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Beer - Brew A Light With Flavor

Updated on October 28, 2009

Although one could make the argument that mainstream light beers are indeed light and refreshing, it is also true that they offer little in the way of flavor. Sure, they are thirst quenching and light on the palate, but so is water. Water also has zero calories and is much cheaper. But, if it's beer you want, you can do much better than the stuff they call light "beer." If, however, you occasionally find yourself in the mood for something a little lighter: a beer that's less filling but actually does taste great... why not brew your own?

Some want a beer that's crisp and refreshing while others are primarily concerned with calories. In the United States, mainstream light lagers are slightly lower in calories and carbohydrates than the regular brands but have nearly the same alcohol content. In most European countries, however, low alcohol beers are considered light. Because alcohol contributes most of the calories in beer, reducing the alcohol brings about a concomitant reduction in calories. Thus, by lowering the alcohol content, brewers can retain more of the flavor producing dextrin and still end up with a relatively low-calorie beer. Although the production of very low alcohol and nonalcoholic beer is beyond the capability of most home brewers, we can make moderately low alcohol beer easily by lowering the original gravity or raising the final gravity. Simply reduce the amount of fermentables to lower the original gravity or use a less attenuative yeast to raise the final gravity.

Brewers who feel a light beer should be crisp, refreshing and light in body can achieve that goal in a number of ways. Substituting grains other than malted barley is one alternative. Wheat and rye tend to impart a dry, crisp character and corn can be used to lighten the color and intensity of malt flavors. Clean fermenting yeast strains limit yeast-derived flavors and thus, produce beers with cleaner, crisper flavors.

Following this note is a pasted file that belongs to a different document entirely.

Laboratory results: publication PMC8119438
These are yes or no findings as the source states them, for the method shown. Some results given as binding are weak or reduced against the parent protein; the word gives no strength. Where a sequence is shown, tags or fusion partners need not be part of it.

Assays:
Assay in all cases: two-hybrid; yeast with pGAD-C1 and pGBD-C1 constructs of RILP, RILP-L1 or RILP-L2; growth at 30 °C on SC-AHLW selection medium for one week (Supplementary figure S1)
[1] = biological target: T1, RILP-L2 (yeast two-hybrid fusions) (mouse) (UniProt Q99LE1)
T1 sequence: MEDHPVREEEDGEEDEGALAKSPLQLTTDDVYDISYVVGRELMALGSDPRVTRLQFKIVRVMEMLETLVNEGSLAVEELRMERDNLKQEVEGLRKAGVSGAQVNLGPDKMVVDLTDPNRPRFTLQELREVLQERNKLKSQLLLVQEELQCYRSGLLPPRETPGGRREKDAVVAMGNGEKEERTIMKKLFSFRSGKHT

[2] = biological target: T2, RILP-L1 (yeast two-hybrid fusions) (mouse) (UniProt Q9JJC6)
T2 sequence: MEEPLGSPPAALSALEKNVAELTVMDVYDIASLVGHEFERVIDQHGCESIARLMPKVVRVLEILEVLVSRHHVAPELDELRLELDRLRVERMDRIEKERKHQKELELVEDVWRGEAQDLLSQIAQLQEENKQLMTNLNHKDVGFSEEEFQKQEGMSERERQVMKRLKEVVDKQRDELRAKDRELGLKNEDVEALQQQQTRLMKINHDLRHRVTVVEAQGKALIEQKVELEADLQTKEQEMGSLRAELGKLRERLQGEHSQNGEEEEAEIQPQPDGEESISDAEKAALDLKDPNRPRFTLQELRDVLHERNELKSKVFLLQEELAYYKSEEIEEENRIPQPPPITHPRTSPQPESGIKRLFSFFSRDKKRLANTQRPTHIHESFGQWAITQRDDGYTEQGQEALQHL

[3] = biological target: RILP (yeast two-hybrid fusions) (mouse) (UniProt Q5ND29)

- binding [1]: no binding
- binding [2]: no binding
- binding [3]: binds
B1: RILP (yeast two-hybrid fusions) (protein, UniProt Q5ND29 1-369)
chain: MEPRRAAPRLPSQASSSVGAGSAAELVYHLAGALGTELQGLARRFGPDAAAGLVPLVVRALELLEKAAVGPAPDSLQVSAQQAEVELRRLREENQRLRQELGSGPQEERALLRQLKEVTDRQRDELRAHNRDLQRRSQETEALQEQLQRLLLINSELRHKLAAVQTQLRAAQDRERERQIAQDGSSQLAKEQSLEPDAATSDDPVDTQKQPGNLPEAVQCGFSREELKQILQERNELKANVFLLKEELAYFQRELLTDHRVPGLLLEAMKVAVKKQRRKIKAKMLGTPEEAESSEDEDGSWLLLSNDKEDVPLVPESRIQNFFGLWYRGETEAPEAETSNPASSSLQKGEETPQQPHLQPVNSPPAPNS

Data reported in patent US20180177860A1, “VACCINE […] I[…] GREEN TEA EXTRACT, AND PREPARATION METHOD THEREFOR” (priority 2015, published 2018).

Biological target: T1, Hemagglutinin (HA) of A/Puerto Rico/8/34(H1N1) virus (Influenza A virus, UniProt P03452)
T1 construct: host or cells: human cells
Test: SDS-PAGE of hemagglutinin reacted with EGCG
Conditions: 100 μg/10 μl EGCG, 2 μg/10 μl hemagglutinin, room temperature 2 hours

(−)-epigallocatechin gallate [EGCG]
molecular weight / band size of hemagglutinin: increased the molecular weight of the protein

When brewing light beer styles, the options that are best for will depend on your definition of light beer. Since most home brewers' tastes fall outside the range of the mainstream light lagers, I am guessing that few of you go along with the definitions provided by Bud, Miller and Coors. I drink beer because I like the way it tastes and that stuff has none. Maybe it's the stinging sensation on the taste buds from the high carbonation levels in such beers that fool some into thinking they do have flavor. At any rate, even when I do want something lighter than usual, I still want something that tastes good. Otherwise, I'd rather just drink water.

Below are a few recipes for those who want to try brewing their own flavorful light beers. As with most home brewing recipes, you shouldn't feel compelled to follow these recipes to the letter. They are merely intended as guides to get you started. If you have trouble finding particular ingredients, substitute with something similar. Experiment with these recipes and change the parameters to suit your system, your brewing style, and your preferences.

Continued In: Beer - Great Brew Recipes

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